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I am interested in using Max Flow algorithm. I want to simulate transfer of quantity. Anyway, I am unsure of some thing.

Does Max Flow algorithm produce uniformly distributed max flow?

I have provided example picture to show what I meant.

Black: edge capabilities Red: wrong, non-uniform results Green: correct, uniform results

max-flow-image-example

I do realize there are many types of Max Flow algorithms, so to add onto question, or to be more specific - which Max Flow algorithms produce uniform max flow and which don't?

Extra thing: I will use floating points (converted into integers) and then back. But I don't think this matters here.

Thanks in advance!

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closed as unclear what you're asking by Dima Pasechnik, j.c., RP_, Mark Wildon, Neil Hoffman Nov 26 '18 at 15:15

Please clarify your specific problem or add additional details to highlight exactly what you need. As it's currently written, it’s hard to tell exactly what you're asking. See the How to Ask page for help clarifying this question. If this question can be reworded to fit the rules in the help center, please edit the question.

  • $\begingroup$ Uniformly in what sense? Different edges may have different capacities. $\endgroup$ – Dima Pasechnik Nov 22 '18 at 15:22
  • $\begingroup$ Good point. I drew another picture. Lets say this way: uniform, if nothing is maxed out. If some edge is maxed out, then remaining quantity gets distributed equally to other non-maxed edges. Example picture: imgur.com/a/gZpRka2 I do not have "maxed out edge" scenario, but I shall draw some too. $\endgroup$ – Vili Volcini Nov 22 '18 at 15:53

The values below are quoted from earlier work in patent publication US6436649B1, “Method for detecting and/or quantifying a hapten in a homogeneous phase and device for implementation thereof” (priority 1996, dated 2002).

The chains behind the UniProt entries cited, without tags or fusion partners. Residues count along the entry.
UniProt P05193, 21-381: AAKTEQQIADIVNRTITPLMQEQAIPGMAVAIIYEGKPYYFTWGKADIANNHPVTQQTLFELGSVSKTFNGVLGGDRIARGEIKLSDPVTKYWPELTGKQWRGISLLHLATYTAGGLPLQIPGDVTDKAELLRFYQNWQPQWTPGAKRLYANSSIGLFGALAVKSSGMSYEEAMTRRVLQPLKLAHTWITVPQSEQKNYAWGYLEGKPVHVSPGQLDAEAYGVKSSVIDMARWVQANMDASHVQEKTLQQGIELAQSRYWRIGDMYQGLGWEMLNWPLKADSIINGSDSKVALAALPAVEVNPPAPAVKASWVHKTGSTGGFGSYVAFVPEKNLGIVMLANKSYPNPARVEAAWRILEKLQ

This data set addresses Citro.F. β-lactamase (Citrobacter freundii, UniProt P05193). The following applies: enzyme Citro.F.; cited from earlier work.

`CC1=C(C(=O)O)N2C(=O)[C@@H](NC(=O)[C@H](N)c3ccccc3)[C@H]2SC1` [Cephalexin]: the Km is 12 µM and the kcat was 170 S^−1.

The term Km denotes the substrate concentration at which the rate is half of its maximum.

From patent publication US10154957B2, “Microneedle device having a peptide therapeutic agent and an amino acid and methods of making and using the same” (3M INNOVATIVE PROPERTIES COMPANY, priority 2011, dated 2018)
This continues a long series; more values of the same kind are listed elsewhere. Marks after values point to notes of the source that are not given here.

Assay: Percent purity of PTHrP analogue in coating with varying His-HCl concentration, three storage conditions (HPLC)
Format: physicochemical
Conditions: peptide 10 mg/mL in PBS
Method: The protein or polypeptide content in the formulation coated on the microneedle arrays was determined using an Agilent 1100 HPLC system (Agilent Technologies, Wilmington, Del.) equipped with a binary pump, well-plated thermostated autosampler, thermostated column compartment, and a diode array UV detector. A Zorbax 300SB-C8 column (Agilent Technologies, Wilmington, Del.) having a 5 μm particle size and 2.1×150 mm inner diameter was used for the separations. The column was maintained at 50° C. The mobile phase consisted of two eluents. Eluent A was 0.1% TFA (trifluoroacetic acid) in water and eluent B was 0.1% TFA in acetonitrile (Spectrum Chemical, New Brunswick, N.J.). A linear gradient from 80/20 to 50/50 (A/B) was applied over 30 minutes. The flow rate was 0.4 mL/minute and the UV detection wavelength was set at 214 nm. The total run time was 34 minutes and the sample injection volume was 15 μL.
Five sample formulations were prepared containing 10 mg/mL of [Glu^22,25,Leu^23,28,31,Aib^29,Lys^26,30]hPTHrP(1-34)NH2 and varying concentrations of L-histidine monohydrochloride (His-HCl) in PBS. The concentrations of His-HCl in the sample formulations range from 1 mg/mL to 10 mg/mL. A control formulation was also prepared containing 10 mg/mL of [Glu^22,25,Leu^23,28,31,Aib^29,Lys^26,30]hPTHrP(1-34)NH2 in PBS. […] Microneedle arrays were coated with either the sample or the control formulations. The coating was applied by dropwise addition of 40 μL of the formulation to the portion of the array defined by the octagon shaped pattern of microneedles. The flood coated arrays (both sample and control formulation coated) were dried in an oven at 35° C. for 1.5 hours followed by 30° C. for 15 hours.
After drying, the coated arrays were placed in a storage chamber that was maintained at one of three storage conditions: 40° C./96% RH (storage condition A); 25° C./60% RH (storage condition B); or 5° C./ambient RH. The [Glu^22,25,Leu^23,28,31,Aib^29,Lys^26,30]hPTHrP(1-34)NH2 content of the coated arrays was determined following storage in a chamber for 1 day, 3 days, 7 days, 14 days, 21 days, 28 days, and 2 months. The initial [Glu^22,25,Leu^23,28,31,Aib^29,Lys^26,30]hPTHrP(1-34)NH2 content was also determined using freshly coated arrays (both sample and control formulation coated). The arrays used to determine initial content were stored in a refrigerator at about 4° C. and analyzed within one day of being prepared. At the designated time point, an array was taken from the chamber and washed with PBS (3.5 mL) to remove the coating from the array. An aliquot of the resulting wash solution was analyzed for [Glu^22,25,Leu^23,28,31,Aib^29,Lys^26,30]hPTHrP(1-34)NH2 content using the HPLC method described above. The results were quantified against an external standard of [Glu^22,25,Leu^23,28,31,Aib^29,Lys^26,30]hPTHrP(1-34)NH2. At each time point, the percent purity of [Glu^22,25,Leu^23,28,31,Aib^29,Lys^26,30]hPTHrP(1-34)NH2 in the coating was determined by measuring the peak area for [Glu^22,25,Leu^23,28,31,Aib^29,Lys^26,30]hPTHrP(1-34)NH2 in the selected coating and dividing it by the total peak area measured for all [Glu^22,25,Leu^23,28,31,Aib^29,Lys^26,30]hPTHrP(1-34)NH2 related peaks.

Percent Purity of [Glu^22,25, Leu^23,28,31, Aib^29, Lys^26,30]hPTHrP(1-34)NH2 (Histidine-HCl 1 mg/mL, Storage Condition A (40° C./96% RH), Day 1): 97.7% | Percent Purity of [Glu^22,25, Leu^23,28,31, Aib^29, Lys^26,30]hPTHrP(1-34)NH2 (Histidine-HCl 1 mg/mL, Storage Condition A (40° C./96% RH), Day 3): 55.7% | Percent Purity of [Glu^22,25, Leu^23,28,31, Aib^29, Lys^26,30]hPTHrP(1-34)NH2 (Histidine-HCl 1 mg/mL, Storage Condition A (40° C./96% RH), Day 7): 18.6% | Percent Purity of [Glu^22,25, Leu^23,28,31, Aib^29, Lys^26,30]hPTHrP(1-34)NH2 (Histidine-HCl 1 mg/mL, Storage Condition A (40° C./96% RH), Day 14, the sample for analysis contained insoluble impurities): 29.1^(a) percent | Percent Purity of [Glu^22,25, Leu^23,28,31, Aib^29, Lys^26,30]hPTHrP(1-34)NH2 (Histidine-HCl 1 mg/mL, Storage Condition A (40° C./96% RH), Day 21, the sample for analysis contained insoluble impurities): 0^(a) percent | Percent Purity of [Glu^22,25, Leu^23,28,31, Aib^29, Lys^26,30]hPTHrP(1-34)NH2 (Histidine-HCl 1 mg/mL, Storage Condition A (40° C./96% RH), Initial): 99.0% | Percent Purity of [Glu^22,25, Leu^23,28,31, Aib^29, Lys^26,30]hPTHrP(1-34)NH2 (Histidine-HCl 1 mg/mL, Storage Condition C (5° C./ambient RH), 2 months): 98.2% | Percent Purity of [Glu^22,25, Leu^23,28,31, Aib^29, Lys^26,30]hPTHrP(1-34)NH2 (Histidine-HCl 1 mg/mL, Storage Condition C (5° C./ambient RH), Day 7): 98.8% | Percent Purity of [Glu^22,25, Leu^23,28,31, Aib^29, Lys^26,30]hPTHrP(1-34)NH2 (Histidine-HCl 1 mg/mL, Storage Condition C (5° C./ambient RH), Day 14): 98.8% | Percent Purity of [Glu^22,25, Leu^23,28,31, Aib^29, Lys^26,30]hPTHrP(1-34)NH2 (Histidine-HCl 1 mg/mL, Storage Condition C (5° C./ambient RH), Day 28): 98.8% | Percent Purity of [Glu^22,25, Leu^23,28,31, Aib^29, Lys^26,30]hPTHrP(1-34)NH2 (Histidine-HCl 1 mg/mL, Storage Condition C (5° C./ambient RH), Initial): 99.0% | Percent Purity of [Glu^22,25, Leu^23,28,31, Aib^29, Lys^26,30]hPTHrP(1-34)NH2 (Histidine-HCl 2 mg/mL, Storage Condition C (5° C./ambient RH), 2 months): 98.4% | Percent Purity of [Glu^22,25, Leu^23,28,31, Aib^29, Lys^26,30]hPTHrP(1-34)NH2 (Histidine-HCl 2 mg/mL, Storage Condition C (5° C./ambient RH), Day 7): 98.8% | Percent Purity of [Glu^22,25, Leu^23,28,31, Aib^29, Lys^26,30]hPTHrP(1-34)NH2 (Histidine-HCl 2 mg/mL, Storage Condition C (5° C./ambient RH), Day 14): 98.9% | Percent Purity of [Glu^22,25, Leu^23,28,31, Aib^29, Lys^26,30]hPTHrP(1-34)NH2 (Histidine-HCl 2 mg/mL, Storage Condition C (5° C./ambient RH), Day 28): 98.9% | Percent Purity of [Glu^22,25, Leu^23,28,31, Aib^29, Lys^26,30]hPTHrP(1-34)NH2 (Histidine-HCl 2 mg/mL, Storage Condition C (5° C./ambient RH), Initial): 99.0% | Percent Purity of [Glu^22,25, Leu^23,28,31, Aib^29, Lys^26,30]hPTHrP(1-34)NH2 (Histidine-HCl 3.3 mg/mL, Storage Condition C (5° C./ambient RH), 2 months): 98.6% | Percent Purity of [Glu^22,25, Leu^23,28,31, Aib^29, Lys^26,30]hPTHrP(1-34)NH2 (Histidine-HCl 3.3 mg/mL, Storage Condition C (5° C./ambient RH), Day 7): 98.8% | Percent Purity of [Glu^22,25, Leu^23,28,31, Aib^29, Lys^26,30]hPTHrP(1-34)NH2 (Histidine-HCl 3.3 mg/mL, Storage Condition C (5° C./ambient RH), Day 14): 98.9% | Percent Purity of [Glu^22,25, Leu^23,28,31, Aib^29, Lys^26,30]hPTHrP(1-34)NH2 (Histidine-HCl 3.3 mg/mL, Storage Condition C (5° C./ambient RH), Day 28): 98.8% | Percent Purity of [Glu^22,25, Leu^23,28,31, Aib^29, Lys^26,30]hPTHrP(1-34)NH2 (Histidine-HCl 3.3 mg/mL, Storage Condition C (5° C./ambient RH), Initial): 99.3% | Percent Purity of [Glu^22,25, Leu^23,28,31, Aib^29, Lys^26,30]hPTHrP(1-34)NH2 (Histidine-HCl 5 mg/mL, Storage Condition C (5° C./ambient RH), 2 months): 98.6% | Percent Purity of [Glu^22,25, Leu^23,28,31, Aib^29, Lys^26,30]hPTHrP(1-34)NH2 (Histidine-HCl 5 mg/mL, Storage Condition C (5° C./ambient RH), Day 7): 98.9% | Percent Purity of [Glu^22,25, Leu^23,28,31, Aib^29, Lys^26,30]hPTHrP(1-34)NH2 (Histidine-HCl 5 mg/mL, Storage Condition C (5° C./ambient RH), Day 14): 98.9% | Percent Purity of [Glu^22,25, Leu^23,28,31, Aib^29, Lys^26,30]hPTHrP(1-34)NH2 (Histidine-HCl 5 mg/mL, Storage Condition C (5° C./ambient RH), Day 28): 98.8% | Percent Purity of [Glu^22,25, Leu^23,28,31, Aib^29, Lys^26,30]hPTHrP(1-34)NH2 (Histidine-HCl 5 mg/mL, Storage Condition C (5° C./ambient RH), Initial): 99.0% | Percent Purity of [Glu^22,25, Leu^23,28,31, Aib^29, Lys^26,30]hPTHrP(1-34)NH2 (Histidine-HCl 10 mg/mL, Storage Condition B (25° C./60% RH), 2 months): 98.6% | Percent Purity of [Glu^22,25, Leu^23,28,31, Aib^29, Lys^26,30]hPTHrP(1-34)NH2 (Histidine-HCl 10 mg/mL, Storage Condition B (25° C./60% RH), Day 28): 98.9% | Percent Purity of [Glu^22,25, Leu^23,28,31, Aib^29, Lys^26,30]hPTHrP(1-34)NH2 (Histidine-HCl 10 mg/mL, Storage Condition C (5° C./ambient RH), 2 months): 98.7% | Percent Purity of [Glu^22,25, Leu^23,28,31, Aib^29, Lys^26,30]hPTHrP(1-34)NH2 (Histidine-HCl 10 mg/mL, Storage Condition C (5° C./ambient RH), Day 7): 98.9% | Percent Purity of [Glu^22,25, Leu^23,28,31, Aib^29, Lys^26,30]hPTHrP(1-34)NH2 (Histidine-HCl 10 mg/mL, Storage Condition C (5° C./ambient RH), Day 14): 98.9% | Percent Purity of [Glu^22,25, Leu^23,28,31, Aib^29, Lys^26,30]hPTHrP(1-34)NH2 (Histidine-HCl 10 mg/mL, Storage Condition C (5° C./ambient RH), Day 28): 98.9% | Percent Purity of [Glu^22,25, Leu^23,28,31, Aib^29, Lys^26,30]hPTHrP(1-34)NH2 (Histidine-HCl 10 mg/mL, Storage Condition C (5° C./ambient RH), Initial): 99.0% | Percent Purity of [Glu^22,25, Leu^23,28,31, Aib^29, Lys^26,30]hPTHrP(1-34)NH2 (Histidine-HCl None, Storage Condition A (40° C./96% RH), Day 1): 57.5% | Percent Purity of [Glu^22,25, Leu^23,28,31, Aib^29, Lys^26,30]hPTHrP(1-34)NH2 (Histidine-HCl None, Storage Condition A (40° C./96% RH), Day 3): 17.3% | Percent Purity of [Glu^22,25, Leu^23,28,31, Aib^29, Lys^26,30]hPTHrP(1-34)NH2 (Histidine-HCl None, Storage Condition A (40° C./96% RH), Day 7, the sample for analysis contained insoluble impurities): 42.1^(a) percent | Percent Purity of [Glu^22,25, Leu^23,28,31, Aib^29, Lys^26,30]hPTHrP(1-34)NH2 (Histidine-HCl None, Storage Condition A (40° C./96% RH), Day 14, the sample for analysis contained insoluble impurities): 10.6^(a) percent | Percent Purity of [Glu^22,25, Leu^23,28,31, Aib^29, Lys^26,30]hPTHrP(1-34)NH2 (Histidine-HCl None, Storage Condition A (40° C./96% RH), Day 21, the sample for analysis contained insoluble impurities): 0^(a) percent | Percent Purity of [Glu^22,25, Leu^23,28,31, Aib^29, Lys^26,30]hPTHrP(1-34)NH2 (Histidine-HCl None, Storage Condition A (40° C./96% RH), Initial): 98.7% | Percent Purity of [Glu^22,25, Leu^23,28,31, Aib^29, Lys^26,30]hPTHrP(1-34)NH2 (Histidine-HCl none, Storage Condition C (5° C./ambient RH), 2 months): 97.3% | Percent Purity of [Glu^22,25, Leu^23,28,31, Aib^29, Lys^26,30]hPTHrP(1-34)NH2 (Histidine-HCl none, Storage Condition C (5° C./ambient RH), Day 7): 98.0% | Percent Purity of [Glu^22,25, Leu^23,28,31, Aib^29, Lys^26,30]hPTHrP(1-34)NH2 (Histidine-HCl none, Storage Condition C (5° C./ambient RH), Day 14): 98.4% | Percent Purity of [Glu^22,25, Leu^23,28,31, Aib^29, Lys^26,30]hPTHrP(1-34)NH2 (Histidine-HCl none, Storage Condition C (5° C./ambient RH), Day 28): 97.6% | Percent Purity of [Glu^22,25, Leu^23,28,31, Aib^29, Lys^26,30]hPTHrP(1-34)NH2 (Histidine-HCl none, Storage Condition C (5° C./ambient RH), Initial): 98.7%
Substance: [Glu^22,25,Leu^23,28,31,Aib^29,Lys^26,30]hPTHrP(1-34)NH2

• $\begingroup$ One path maxed out example pic: imgur.com/a/U9cDDXz $\endgroup$ – Vili Volcini Nov 22 '18 at 15:56
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    $\begingroup$ It is a property of the problem that often the maximum is only reached on a path (with the edges outside it carrying no flow at all). That is, it's as non-uniform as it possibly could be. $\endgroup$ – Dima Pasechnik Nov 22 '18 at 16:10
  • $\begingroup$ Many algorithms will always produce a basic solution (in the linear programming sense), thus an extreme point of the feasible region. This is, as Dima said, "as non-uniform as it possibly could be". $\endgroup$ – Robert Israel Nov 22 '18 at 16:24
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Typical max flow algorithms won't necessarily output a uniform flow.

The following paper defines a version of max flow called "balanced flow", and solve it in polynomial time.

Devanur, N. R., Papadimitriou, C. H., Saberi, A., & Vazirani, V. V. (2008). Market equilibrium via a primal--dual algorithm for a convex program. Journal of the ACM (JACM), 55(5), 22.

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Apparently, it's feature of Max Flow to produce extreme results (or more like Linear Programming produces extreme results). So, it's not possible that Max Flow always produces uniform results.

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  • $\begingroup$ Not being possible is a wild phrase. For example, after finding the max flow you can reduce each edge that a large amount of flow passed through it and see whether the solution changes. Or you can increase the capacities step by step from the start. $\endgroup$ – Mohemnist Nov 23 '18 at 5:35
  • $\begingroup$ Thanks for comment. Will research those options :). $\endgroup$ – Vili Volcini Nov 24 '18 at 13:18

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